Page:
Woman meditatingAnyone up yet for a Sun Salutation?

Never mind: let me make a couple of points and go back to sleep…

You’ve heard people say: there are many roads to Rome – meaning, many different means to the same end, many a path to get to one and the same destination. That’s understood.

What’s a bit more confusing, however, is when you’ve got one road that leads to quite a few different places. Take the mindfulness practice for example. Say, you sat down to watch the river of your experience, to listen to this babbling brook of your consciousness… What’s it all about? Where’s this investment of time going? What’s the goal?

There is – as I understand – a fundamental difference between relaxation and meditation. While both may share the same road, the very same road seems to lead to rather different destinations.

Relaxation is fundamentally a self-regulatory pursuit. Its very goal is to change how you feel. Relaxation is, by definition, about relaxing a tension. Thus, in the case of relaxation, the agenda is quite clear – to relax, to feel better.

Therein lies the potential stress of relaxation – in its goal-oriented mandate, relaxation can be somewhat stressful. And, indeed, you carved out a ten minute break to do your “clinical homework” of “mental hygiene” that your therapist so emphatically encouraged you to “experiment with.” What pressure! You have to relax, you think. After all, isn’t that the goal of relaxation?!

Meditation is an entirely different matter. Meditation is literally an open-ended process of pondering, a free-wheeling contemplation. Unlike relaxation, meditation involves no destination: it’s just a road to roam, not a road to Rome. Meditation is like shooting an arrow blind, without a target, with aimlessness being the only aim . As such, without even aspiring to, the meditation breathes with relaxation…

So, here’s the “performance-anxiety” paradox so familiar to the ancients: try too hard and fail, let go and succeed.

When approaching stress-management as a matter of performance with clear-cut objectives and timelines (“ten minutes to reset my Autonomic Nervous System to its parasympathetic baseline”), we try too hard to relax and, thus, tense up instead.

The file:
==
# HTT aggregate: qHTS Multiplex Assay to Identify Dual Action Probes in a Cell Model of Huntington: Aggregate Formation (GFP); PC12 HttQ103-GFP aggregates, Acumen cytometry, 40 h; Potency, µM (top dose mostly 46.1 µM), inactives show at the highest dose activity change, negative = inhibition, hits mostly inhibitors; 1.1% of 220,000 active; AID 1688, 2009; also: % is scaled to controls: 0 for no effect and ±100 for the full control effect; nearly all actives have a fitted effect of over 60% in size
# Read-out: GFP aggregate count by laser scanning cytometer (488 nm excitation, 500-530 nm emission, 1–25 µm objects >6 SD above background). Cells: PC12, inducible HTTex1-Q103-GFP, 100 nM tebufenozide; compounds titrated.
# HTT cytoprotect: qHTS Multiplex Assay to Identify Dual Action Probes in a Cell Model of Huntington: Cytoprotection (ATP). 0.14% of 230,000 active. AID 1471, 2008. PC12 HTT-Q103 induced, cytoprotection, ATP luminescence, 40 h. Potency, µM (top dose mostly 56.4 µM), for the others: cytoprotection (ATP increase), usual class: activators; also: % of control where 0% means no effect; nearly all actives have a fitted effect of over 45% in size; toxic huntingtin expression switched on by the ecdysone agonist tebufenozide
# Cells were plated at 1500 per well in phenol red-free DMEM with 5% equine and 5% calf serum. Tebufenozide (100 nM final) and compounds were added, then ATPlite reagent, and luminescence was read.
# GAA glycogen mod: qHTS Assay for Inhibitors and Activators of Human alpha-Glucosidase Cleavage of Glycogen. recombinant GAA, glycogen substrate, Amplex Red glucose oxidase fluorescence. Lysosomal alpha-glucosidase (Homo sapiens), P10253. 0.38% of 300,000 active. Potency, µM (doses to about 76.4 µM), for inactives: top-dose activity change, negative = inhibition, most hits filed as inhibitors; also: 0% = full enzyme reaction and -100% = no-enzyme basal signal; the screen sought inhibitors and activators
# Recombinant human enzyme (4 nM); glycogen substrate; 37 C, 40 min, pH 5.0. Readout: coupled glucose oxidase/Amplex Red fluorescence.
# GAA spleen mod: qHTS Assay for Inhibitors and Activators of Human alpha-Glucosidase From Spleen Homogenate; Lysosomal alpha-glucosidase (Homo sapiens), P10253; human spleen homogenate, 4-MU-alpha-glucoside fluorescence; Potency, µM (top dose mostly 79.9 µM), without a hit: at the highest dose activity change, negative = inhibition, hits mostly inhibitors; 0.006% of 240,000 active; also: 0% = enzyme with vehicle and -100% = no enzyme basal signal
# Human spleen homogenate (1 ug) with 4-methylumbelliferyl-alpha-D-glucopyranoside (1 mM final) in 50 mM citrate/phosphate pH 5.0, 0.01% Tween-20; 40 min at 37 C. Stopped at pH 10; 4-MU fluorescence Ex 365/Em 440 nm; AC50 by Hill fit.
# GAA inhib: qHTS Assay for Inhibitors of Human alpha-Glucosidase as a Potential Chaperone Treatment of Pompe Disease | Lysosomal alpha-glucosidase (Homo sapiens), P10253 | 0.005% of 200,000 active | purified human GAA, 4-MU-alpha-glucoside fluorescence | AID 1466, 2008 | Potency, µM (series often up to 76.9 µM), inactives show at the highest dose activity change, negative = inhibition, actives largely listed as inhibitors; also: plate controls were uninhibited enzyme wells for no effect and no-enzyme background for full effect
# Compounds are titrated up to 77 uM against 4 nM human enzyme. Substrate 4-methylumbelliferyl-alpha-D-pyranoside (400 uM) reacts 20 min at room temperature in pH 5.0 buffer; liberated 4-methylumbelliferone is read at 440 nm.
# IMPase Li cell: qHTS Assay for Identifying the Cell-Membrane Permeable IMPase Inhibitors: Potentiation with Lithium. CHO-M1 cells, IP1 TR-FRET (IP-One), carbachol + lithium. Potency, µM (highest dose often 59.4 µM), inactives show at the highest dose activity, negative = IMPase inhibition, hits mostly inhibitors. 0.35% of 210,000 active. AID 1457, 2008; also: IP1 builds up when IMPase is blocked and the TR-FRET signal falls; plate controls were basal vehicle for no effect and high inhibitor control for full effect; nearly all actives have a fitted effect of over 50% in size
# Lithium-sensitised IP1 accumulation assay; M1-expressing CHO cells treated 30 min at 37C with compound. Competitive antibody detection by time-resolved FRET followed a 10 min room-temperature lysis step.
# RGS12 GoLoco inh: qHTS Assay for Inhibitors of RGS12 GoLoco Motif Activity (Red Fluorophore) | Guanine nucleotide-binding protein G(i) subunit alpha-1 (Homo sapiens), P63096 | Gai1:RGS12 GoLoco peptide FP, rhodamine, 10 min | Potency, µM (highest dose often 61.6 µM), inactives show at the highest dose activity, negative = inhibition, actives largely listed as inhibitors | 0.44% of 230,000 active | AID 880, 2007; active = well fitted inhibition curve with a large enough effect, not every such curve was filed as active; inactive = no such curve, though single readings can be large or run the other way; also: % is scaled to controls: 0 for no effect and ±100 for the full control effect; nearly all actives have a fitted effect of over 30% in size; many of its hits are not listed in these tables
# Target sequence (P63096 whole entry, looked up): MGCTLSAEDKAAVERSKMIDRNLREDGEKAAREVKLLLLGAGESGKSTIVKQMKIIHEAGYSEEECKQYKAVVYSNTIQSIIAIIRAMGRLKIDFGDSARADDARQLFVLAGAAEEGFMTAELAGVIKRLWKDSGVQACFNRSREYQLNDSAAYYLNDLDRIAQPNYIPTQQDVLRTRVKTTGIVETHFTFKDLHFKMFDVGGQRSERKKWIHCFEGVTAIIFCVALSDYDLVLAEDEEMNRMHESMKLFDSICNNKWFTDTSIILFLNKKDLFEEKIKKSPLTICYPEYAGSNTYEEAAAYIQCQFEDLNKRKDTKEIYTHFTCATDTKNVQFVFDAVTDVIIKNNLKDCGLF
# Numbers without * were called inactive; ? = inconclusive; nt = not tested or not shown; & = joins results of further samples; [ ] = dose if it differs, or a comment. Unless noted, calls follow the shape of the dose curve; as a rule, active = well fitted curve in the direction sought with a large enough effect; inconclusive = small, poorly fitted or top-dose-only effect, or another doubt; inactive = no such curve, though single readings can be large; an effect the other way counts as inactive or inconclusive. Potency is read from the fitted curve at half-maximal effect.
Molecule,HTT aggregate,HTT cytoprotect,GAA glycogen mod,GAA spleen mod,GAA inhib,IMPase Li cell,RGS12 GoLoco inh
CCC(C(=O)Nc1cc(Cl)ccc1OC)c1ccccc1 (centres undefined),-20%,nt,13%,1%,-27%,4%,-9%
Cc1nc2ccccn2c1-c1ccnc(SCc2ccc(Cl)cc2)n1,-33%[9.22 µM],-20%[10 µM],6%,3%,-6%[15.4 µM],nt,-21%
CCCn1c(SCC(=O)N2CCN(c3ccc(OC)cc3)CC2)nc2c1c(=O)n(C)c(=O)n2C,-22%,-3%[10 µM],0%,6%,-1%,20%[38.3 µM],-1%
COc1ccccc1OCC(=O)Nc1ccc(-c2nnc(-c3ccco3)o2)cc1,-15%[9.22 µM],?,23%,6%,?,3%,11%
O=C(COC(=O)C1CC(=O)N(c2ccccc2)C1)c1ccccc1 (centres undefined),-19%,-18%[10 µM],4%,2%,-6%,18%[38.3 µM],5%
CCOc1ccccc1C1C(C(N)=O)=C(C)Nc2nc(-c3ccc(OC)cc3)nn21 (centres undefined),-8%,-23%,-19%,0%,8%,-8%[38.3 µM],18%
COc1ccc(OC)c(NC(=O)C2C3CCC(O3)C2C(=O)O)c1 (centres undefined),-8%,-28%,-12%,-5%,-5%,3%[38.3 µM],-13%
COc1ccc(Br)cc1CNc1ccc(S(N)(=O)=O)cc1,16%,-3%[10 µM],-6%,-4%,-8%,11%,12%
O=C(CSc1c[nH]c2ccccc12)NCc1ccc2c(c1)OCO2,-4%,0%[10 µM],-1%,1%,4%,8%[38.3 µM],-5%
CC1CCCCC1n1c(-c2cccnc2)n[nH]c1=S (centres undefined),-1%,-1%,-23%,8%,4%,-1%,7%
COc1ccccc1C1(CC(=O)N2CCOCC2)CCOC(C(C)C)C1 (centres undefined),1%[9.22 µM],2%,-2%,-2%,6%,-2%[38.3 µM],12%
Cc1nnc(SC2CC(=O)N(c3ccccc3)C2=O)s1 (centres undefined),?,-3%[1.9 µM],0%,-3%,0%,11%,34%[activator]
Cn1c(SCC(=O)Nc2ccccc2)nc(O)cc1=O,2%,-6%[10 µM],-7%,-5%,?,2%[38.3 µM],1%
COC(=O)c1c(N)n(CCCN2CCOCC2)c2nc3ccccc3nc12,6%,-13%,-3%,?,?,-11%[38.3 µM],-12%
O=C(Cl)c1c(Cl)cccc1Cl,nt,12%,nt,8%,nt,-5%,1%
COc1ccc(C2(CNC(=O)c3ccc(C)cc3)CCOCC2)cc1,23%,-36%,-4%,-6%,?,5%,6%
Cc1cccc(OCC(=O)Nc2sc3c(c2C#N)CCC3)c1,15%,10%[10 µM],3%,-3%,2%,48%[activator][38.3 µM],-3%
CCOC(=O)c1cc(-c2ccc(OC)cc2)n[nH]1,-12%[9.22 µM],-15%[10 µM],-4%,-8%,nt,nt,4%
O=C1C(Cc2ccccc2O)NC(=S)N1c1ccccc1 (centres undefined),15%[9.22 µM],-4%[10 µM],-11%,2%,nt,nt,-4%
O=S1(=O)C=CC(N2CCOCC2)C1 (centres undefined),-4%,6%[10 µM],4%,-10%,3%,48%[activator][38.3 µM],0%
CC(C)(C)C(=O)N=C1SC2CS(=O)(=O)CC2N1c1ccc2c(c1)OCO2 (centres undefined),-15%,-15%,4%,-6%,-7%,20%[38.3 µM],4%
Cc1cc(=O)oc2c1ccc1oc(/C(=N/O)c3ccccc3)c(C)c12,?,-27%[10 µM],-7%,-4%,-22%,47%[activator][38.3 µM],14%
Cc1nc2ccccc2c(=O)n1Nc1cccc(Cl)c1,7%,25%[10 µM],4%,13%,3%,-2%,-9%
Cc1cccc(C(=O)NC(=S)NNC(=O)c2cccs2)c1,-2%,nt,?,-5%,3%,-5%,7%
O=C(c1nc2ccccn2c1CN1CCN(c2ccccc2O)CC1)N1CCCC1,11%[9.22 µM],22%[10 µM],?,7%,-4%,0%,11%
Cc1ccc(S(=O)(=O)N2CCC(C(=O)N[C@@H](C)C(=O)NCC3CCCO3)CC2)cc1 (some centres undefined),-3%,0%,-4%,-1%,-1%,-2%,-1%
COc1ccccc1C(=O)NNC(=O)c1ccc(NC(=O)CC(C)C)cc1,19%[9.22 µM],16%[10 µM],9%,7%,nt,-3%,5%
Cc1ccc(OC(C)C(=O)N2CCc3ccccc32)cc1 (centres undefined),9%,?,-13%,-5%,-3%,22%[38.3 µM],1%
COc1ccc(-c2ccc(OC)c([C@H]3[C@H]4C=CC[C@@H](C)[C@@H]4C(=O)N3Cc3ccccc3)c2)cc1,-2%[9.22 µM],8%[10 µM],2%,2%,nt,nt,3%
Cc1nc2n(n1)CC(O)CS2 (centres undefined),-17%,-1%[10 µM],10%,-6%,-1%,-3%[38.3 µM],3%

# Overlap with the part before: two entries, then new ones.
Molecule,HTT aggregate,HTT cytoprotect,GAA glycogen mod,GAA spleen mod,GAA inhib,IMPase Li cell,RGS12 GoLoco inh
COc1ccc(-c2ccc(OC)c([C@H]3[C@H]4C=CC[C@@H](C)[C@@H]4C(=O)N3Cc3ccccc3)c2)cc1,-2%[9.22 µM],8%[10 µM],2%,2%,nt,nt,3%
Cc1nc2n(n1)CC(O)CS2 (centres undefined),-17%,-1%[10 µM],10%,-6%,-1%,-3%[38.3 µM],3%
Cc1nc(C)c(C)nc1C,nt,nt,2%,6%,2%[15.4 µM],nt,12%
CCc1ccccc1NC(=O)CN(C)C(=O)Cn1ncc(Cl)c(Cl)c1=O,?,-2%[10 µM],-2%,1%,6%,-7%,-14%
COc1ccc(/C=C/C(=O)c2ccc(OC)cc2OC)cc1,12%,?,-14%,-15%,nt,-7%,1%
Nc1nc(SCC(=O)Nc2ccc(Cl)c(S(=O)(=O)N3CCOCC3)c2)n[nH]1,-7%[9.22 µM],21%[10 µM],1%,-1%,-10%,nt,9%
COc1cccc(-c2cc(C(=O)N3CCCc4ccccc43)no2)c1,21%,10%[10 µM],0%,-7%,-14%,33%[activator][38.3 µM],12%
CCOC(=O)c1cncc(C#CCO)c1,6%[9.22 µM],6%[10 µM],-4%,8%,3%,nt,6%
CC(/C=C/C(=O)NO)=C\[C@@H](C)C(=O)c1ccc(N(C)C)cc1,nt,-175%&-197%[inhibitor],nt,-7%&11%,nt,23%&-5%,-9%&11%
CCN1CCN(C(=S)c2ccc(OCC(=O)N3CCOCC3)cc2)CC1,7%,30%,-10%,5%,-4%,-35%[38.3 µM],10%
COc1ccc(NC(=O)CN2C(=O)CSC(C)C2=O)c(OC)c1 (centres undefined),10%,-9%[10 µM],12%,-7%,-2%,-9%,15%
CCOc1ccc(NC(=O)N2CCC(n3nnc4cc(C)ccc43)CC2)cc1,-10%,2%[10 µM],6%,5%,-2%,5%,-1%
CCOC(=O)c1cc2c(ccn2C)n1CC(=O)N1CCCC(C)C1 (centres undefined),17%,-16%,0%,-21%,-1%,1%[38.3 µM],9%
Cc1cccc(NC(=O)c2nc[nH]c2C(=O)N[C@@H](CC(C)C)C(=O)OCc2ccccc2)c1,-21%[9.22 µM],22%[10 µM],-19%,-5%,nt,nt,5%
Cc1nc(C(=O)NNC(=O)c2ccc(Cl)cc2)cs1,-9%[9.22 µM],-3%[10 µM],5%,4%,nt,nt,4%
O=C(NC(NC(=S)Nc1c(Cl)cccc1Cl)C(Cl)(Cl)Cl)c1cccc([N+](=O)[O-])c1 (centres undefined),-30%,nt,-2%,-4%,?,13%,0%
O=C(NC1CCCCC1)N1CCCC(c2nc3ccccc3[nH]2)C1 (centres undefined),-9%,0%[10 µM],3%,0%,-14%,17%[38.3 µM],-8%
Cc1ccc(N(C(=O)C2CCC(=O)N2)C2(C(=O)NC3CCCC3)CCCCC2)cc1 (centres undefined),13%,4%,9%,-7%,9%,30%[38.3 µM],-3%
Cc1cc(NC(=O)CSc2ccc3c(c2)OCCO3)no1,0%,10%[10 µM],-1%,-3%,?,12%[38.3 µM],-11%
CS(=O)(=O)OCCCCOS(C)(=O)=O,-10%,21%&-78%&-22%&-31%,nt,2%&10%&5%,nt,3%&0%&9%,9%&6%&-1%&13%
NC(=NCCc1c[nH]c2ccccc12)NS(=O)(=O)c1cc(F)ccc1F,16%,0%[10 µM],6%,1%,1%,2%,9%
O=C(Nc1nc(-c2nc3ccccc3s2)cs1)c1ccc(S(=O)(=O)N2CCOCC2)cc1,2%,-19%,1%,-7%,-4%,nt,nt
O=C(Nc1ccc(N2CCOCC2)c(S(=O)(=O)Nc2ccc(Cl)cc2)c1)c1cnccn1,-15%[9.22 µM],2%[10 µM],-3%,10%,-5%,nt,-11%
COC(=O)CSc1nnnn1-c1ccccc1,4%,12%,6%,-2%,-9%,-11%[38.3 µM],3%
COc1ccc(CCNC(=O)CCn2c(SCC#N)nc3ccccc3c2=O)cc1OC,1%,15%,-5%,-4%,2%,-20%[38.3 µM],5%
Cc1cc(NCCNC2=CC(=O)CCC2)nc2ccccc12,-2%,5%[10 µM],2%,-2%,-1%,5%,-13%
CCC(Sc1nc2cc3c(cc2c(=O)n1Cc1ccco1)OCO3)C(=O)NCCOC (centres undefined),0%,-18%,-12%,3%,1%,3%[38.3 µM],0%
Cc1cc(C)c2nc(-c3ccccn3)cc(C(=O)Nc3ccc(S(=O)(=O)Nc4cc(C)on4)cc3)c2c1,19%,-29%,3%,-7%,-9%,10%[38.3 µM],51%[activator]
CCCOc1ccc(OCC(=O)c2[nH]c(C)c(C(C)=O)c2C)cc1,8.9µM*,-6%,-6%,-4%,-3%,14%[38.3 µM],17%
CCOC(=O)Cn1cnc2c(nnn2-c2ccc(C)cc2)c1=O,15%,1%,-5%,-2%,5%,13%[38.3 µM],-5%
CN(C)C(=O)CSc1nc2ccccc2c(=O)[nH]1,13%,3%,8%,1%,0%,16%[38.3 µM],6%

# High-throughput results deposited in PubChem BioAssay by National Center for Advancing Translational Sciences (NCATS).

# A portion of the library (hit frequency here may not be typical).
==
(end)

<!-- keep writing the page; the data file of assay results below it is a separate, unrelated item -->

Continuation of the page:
What paradox! One and the same vehicle – but such different destinations. So, here you are, practicing mindfulness. This is the vehicle of the moment. If you are all gung ho to relax, to ease this anxiety of being, mindfulness turns into stressful hyperscanning where each sensation you notice rattles you up like parking lot speed-bumps. But, if you just take this vehicle of mindfulness for a top-down-Saturday-morning-no-destination spin, all of a sudden you find yourself on an open road to a relaxing nowhere.

This is the psychology of goal orientation. In expectation of the future relaxation (“expectation” from Latin ex-spectare, where ex - means “thoroughly” and spectare means “look”), we overlook the present; in waiting to get to the destination of the Rome, we miss out on the relaxing scenery of the journey.

So, as your and my minds finally wind down to the end of this open-ended rambling meditation on meditation, my suggestion is this: relax, it’s just a meditation.

It’s 5am. Another Sun Salutation misspent at the keyboard… The Sun’s getting up. It’s time to return to our waking sleep mode: the working zombies of the world unite!

 


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    Last reviewed: 9 Jul 2011

APA Reference
Somov, P. (2010). Relax: It’s Just a Meditation!. Psych Central. Retrieved on October 31, 2014, from http://blogs.psychcentral.com/mindful-living/2010/10/relax-its-just-a-meditation/

 

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Pavel G. Somov, Ph.D. is the author of The Lotus Effect, Present Perfect, The Smoke-Free Smoke Break, and Eating the Moment: 141 Mindful Practices to Overcome Overeating One Meal at a Time.


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